Losing the Latinos: The President’s Failed Strategy 

The national media has reported recently (and erroneously) that Latino support for Joe Biden is flagging. These reports note that Hillary Clinton, in October 2016, held wider margins of support with Latino voters across the nation.

First, "Latino" is a strange term and fails to adequately capture the vastness and diversity of the Hispanic/Latino/Latinx communities living in this nation. "Latino" creates the appearance of a monolithic culture, when in reality people descended from Puerto Rico are called Americans or Puerto Ricans. Mexicans living here are more accurately Mexicans or Mexican-Americans. People from Brazil are "Brazilian"; labeling them as Hispanic is historically and culturally inaccurate, as Spain (for the vast majority of Brazilians) has nothing to do with their identity.

Losing the Latinos? - WHITEHOUSE.GOV
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  • Losing the Latinos?

Latino historical assimilation here in the USA is equally complicated. In Memphis, our Latinx community is relatively young (largely dating back to the early 1990s) and has evolved from a community mainly comprised of Mexican immigrants to one that increasingly draws from throughout Central America.

The community here is younger demographically and poorer economically than the more established Cuban community in Miami. That community grew in direct proportion to the Cuban Revolution; the Miami community is relatively wealthy, virulently anti-communist, and politically powerful in the state. Miami Cubans, with a 60-year foothold in South Florida, tend to vote conservatively, but their children and grandchildren see the world beyond Cuba, which sits a mere 150 miles off their southern shore.

These differences are critical, yet largely ignored when the media covers the Latino community. For example, a recent poll suggests that Hillary Clinton was about nine percentage points ahead of candidate Trump four years ago (late in the campaign) with the Latino vote compared to where Joe Biden is now. That figure is misleading and mostly meaningless as race/culture in the Latino community is too complicated to categorize (or poll) as a single entity.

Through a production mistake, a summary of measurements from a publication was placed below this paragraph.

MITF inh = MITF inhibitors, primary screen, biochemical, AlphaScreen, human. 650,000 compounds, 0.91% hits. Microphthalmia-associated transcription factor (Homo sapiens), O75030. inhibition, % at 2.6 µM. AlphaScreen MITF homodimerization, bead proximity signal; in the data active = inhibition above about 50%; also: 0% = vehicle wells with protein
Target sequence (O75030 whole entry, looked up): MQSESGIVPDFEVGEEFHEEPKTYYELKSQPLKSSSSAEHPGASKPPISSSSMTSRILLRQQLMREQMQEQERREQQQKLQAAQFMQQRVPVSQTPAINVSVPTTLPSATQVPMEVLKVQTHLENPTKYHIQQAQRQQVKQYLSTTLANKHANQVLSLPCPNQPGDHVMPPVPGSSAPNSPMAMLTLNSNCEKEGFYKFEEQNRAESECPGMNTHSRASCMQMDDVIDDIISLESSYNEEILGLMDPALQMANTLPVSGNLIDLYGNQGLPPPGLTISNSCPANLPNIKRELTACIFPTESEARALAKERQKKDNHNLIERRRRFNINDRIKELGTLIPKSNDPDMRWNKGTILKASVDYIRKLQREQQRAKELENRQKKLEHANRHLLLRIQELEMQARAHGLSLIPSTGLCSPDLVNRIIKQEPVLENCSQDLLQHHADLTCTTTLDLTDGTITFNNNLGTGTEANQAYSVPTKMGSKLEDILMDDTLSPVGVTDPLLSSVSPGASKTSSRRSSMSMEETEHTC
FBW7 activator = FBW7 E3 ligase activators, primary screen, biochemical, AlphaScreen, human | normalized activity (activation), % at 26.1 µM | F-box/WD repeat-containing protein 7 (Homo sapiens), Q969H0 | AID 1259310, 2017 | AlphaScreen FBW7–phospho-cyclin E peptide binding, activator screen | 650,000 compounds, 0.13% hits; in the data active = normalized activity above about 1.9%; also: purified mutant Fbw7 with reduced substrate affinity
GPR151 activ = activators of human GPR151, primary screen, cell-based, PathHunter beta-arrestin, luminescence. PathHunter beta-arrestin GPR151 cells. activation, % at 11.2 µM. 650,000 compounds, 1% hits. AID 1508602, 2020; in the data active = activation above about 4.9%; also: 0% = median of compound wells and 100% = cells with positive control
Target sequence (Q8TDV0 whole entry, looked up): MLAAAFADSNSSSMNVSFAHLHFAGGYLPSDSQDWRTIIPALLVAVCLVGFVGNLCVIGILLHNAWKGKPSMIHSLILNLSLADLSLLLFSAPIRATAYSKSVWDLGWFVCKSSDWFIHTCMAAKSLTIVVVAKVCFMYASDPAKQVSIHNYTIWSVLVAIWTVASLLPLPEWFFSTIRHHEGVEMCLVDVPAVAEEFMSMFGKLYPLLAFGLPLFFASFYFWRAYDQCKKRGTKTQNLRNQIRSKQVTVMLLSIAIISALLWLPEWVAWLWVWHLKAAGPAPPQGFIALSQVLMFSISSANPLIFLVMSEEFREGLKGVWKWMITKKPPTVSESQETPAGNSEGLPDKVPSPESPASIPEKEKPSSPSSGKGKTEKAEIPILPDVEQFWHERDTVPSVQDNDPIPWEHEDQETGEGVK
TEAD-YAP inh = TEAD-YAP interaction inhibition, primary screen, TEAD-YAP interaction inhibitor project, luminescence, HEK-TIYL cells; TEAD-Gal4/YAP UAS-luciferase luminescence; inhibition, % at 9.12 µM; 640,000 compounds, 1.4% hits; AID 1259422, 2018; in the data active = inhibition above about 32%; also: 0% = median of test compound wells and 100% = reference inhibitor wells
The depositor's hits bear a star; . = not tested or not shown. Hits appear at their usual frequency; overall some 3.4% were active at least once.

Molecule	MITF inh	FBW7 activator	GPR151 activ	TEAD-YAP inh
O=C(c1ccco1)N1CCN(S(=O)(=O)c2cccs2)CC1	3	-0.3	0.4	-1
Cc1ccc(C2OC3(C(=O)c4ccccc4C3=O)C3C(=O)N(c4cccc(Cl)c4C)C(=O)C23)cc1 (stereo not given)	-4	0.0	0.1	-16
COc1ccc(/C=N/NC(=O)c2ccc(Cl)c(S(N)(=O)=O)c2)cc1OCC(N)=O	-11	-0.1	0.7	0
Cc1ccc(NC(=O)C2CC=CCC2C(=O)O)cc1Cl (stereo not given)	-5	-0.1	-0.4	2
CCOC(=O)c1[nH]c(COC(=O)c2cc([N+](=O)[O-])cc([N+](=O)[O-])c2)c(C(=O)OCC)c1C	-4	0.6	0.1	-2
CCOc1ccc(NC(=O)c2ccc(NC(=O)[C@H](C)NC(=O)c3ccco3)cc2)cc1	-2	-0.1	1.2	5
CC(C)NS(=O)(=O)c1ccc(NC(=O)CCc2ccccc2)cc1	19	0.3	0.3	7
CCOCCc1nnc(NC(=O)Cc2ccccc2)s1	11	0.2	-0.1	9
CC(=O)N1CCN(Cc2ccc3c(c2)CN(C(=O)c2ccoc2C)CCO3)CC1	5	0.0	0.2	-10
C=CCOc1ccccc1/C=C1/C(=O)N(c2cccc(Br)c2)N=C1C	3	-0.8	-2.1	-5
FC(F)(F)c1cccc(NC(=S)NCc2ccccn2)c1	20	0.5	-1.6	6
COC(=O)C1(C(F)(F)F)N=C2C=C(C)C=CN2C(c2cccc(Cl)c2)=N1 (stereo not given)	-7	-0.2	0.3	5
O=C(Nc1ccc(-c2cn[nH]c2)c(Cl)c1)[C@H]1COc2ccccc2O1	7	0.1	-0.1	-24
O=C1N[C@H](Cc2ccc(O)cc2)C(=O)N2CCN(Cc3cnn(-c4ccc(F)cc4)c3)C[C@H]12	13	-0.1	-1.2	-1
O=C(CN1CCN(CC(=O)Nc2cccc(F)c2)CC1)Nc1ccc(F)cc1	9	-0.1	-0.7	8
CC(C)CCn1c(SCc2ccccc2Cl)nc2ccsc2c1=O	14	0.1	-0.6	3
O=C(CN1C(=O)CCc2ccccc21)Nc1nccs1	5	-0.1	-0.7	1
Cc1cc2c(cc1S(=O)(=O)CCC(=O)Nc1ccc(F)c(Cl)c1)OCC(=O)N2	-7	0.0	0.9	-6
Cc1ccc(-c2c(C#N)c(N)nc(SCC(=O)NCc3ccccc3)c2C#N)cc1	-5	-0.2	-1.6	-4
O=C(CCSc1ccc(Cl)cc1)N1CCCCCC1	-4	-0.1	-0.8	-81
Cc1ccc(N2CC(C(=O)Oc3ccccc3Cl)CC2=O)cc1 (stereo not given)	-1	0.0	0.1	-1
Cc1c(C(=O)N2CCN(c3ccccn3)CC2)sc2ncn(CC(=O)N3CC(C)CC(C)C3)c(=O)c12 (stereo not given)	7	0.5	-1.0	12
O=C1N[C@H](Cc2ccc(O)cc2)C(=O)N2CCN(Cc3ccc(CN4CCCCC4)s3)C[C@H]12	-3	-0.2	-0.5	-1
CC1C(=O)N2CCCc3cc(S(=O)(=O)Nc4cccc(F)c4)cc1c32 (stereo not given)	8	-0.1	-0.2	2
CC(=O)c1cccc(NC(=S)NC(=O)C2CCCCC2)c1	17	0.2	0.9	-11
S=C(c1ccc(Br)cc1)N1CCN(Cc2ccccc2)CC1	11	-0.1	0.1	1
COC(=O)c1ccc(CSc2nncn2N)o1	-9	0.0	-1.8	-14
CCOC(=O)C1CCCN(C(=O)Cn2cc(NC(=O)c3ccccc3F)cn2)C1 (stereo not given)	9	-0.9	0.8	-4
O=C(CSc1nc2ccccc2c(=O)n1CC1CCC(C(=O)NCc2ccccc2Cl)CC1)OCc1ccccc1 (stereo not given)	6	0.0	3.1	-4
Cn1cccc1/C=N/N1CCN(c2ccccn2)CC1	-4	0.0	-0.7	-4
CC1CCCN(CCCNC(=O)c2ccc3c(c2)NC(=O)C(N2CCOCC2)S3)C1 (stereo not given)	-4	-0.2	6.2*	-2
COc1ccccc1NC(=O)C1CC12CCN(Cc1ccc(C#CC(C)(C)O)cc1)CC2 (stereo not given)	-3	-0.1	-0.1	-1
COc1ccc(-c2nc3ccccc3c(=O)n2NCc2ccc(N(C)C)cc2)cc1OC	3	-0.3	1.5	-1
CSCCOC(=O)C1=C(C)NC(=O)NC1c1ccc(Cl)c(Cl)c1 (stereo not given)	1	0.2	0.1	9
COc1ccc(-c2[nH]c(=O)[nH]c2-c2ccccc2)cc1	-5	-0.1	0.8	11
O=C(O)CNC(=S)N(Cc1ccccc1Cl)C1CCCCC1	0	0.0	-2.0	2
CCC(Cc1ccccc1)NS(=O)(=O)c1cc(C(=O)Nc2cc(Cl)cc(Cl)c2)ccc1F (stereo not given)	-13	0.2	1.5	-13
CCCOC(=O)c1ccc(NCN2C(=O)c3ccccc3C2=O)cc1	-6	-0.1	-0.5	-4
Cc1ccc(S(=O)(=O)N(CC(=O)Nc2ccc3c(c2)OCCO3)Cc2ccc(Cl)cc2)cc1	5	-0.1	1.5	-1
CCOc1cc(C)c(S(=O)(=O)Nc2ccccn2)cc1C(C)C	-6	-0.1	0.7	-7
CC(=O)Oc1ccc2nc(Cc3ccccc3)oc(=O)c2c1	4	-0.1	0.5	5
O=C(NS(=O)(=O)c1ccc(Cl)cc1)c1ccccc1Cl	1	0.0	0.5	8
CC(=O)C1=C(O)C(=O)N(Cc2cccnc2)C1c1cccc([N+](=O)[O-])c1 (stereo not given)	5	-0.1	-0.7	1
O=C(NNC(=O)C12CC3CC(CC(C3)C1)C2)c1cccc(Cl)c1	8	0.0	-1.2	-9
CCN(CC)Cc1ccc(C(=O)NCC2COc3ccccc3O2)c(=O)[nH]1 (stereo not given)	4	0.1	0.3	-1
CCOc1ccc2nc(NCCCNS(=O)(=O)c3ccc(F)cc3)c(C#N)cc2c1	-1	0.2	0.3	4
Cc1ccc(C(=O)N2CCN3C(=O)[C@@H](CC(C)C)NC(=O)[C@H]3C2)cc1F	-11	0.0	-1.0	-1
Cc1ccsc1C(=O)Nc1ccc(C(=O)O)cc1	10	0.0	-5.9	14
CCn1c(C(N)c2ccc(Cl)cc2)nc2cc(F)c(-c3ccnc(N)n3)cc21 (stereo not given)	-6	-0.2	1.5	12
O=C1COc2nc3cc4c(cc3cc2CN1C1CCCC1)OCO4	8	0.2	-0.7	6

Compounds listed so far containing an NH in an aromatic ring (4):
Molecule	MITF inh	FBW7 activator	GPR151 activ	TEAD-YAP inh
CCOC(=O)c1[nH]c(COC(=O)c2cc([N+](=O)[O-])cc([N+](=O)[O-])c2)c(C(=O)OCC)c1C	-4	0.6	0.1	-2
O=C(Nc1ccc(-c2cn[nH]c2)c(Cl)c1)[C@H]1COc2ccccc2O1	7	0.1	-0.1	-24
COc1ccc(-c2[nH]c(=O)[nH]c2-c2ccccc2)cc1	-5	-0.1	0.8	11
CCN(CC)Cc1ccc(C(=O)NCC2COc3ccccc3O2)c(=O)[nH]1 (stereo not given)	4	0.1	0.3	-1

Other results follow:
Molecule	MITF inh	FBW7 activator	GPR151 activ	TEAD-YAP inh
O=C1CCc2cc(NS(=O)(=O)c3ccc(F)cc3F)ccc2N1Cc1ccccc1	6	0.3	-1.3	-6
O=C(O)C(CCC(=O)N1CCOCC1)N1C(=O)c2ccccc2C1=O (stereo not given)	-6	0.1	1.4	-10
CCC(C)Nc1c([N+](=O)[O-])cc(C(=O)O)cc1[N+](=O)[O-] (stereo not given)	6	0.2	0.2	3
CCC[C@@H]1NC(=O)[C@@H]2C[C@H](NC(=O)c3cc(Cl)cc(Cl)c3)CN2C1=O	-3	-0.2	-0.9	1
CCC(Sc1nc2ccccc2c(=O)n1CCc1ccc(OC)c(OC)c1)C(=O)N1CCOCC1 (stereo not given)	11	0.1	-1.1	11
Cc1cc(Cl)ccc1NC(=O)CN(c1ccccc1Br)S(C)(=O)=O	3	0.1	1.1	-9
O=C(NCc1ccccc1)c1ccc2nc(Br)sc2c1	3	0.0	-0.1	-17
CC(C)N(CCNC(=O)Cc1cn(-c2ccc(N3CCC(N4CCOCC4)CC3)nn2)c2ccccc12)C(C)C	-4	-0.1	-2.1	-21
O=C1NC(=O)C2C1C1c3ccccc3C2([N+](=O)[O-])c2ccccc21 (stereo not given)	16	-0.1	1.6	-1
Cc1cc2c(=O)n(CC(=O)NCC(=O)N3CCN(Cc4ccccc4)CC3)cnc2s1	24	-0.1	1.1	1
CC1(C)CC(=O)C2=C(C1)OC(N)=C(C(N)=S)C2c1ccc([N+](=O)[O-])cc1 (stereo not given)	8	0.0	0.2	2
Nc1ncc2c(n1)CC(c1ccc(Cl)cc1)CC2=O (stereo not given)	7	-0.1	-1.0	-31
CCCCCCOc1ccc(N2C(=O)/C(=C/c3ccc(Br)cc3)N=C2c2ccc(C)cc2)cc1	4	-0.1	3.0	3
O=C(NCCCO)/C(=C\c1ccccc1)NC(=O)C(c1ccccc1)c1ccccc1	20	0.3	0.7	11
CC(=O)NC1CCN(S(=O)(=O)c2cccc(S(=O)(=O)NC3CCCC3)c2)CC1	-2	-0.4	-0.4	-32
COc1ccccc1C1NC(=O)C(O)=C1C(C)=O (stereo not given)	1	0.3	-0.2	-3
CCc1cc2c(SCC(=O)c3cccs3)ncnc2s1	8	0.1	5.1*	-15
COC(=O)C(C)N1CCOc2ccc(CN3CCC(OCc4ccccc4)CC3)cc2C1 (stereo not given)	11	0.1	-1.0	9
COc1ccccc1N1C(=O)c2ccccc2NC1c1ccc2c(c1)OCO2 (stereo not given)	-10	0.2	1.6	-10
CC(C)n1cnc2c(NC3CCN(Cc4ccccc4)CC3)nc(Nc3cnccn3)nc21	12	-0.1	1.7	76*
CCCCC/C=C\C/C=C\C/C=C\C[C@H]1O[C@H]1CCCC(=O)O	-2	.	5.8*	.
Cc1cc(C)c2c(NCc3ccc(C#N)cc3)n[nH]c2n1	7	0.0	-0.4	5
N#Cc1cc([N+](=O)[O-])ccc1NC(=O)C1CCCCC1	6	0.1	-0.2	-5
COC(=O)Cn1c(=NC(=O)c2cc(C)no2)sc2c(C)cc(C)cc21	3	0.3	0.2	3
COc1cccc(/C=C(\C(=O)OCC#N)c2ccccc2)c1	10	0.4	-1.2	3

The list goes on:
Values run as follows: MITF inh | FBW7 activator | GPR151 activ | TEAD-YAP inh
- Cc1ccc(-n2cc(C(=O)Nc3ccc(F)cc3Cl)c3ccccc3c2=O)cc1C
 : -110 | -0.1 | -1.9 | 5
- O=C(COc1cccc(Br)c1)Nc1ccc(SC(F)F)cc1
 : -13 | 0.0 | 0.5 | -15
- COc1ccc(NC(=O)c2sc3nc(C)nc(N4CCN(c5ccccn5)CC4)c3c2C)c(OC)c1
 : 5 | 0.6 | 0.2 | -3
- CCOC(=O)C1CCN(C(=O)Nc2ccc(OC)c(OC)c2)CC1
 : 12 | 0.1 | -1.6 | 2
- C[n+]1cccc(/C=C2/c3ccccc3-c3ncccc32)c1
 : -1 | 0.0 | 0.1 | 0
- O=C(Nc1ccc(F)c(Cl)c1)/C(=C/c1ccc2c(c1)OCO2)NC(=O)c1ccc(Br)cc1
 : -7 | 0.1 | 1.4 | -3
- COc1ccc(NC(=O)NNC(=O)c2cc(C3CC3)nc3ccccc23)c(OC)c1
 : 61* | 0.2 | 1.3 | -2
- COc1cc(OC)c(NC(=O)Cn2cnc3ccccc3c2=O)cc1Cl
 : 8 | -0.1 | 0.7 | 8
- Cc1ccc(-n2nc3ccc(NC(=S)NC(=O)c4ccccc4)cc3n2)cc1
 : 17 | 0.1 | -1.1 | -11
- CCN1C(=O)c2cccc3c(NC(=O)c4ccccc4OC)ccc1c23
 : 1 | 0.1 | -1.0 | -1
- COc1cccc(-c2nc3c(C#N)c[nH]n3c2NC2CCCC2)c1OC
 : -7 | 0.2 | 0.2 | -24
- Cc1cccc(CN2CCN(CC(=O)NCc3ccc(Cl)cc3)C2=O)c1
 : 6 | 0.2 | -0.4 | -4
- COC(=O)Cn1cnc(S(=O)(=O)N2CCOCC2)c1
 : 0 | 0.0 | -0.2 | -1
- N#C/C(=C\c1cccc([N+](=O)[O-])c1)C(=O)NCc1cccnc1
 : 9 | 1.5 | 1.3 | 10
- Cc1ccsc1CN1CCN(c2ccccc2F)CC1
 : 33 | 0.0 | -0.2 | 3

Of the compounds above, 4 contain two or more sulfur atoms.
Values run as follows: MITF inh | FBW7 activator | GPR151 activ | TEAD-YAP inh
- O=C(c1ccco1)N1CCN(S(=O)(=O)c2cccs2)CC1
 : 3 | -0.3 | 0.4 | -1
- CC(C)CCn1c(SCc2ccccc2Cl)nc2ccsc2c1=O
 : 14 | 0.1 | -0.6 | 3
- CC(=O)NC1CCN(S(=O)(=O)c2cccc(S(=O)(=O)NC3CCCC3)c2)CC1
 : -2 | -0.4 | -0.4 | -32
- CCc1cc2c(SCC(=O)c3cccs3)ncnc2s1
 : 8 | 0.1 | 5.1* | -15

The groups comprising the Latino community have not shared a common unifying event or struggle like the African-American community to warrant polling the community as a single group. That could change, however, as the absolute horror bestowed on our Latino brothers and sisters (and children) by the Trump administration may bring this divergent vote together.

Trump's actions include the following efforts: First, the deliberate policy, organized in the White House and executed through DOJ, of separating parents from children at our southern border and placing children (literally) in cages should serve to unite not only the Latino community against Trump but anyone with a soul.

Second, Trump's "Puerto Rican Paper Towel Toss" and his abandonment of aid to the island after Hurricane Maria in 2017; third, his early reference to Haiti and El Salvador as "shithole countries." Fourth, "the beautiful wall" that was never funded and only haphazardly built. Lastly, the Trump administration, certainly in violation of the law, has unilaterally changed the arc of our immigration system so that we now essentially deny asylum-seekers the opportunity to plead their case before an American judge.

This utter assault on core, fundamental, and established American values may serve as the impetus to mobilize the Latino vote. We can't pretend to understand why, given the realities presented above, Latinos would support the president. Yet millions within the Latino categorization align with the Republican Party, and most Republicans continue championing the president heading into next month's election.

Here in Memphis, and in the nation writ large, both the health and economic disparities laid bare and exacerbated by the pandemic have highlighted the Trump administration's galloping incompetence. Latinos need fewer platitudes, less paper towel showmanship, and more governmental support that translates to better employment, stronger healthcare access, and the best possible public schools that the wealthiest nation on the planet should provide.

It's not easy to understand how Latinos, in this city and in this nation, would eagerly vote for President Trump. This administration has been a catastrophe for those who view America as a nation of immigrants, as a welcoming refuge for people fleeing poverty, oppression, and political turmoil abroad. That dream endures in the American imagination, as the four-year nightmare of Trump and his policies of anger, division, and delusion ends. Soon.

Bryce Ashby is a Memphis-based attorney and the board chair of Latino Memphis. Michael LaRosa teaches history at Rhodes College.

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